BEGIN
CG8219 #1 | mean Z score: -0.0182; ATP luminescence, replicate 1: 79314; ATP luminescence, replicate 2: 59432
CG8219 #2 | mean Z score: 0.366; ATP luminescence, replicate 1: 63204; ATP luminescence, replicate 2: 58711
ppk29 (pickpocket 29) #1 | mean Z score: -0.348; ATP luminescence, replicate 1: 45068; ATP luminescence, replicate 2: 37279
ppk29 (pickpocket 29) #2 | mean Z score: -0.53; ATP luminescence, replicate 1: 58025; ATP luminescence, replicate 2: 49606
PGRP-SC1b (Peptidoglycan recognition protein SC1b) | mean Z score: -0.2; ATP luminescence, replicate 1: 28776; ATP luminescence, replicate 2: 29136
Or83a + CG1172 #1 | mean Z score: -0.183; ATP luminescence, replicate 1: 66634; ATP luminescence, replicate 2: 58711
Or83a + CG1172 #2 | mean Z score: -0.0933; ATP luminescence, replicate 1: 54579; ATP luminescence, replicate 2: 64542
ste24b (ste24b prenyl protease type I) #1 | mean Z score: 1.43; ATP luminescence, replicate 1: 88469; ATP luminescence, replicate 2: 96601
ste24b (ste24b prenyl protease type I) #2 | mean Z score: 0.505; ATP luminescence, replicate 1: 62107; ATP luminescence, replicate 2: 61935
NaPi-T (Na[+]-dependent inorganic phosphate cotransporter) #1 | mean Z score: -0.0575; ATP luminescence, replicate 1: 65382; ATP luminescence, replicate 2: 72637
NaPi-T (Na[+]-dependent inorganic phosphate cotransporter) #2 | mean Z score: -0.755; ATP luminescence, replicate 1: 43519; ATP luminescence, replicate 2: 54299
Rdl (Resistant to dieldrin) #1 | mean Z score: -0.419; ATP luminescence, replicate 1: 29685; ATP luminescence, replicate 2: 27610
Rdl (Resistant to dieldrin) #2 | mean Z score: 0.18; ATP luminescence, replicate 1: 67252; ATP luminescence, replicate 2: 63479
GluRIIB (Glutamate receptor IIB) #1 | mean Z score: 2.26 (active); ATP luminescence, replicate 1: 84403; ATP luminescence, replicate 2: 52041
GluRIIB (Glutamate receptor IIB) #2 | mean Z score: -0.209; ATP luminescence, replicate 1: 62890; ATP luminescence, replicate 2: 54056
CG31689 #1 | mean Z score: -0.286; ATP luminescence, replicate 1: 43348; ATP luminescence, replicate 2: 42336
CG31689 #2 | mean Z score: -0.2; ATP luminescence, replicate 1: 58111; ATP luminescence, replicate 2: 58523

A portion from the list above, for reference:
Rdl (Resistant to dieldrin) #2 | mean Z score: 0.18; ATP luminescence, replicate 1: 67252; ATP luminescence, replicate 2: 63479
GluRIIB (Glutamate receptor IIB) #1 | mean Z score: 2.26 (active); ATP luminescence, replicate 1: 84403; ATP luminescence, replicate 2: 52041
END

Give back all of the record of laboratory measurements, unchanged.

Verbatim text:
CG8219 #1 | mean Z score: -0.0182; ATP luminescence, replicate 1: 79314; ATP luminescence, replicate 2: 59432
CG8219 #2 | mean Z score: 0.366; ATP luminescence, replicate 1: 63204; ATP luminescence, replicate 2: 58711
ppk29 (pickpocket 29) #1 | mean Z score: -0.348; ATP luminescence, replicate 1: 45068; ATP luminescence, replicate 2: 37279
ppk29 (pickpocket 29) #2 | mean Z score: -0.53; ATP luminescence, replicate 1: 58025; ATP luminescence, replicate 2: 49606
PGRP-SC1b (Peptidoglycan recognition protein SC1b) | mean Z score: -0.2; ATP luminescence, replicate 1: 28776; ATP luminescence, replicate 2: 29136
Or83a + CG1172 #1 | mean Z score: -0.183; ATP luminescence, replicate 1: 66634; ATP luminescence, replicate 2: 58711
Or83a + CG1172 #2 | mean Z score: -0.0933; ATP luminescence, replicate 1: 54579; ATP luminescence, replicate 2: 64542
ste24b (ste24b prenyl protease type I) #1 | mean Z score: 1.43; ATP luminescence, replicate 1: 88469; ATP luminescence, replicate 2: 96601
ste24b (ste24b prenyl protease type I) #2 | mean Z score: 0.505; ATP luminescence, replicate 1: 62107; ATP luminescence, replicate 2: 61935
NaPi-T (Na[+]-dependent inorganic phosphate cotransporter) #1 | mean Z score: -0.0575; ATP luminescence, replicate 1: 65382; ATP luminescence, replicate 2: 72637
NaPi-T (Na[+]-dependent inorganic phosphate cotransporter) #2 | mean Z score: -0.755; ATP luminescence, replicate 1: 43519; ATP luminescence, replicate 2: 54299
Rdl (Resistant to dieldrin) #1 | mean Z score: -0.419; ATP luminescence, replicate 1: 29685; ATP luminescence, replicate 2: 27610
Rdl (Resistant to dieldrin) #2 | mean Z score: 0.18; ATP luminescence, replicate 1: 67252; ATP luminescence, replicate 2: 63479
GluRIIB (Glutamate receptor IIB) #1 | mean Z score: 2.26 (active); ATP luminescence, replicate 1: 84403; ATP luminescence, replicate 2: 52041
GluRIIB (Glutamate receptor IIB) #2 | mean Z score: -0.209; ATP luminescence, replicate 1: 62890; ATP luminescence, replicate 2: 54056
CG31689 #1 | mean Z score: -0.286; ATP luminescence, replicate 1: 43348; ATP luminescence, replicate 2: 42336
CG31689 #2 | mean Z score: -0.2; ATP luminescence, replicate 1: 58111; ATP luminescence, replicate 2: 58523

A portion from the list above, for reference:
Rdl (Resistant to dieldrin) #2 | mean Z score: 0.18; ATP luminescence, replicate 1: 67252; ATP luminescence, replicate 2: 63479
GluRIIB (Glutamate receptor IIB) #1 | mean Z score: 2.26 (active); ATP luminescence, replicate 1: 84403; ATP luminescence, replicate 2: 52041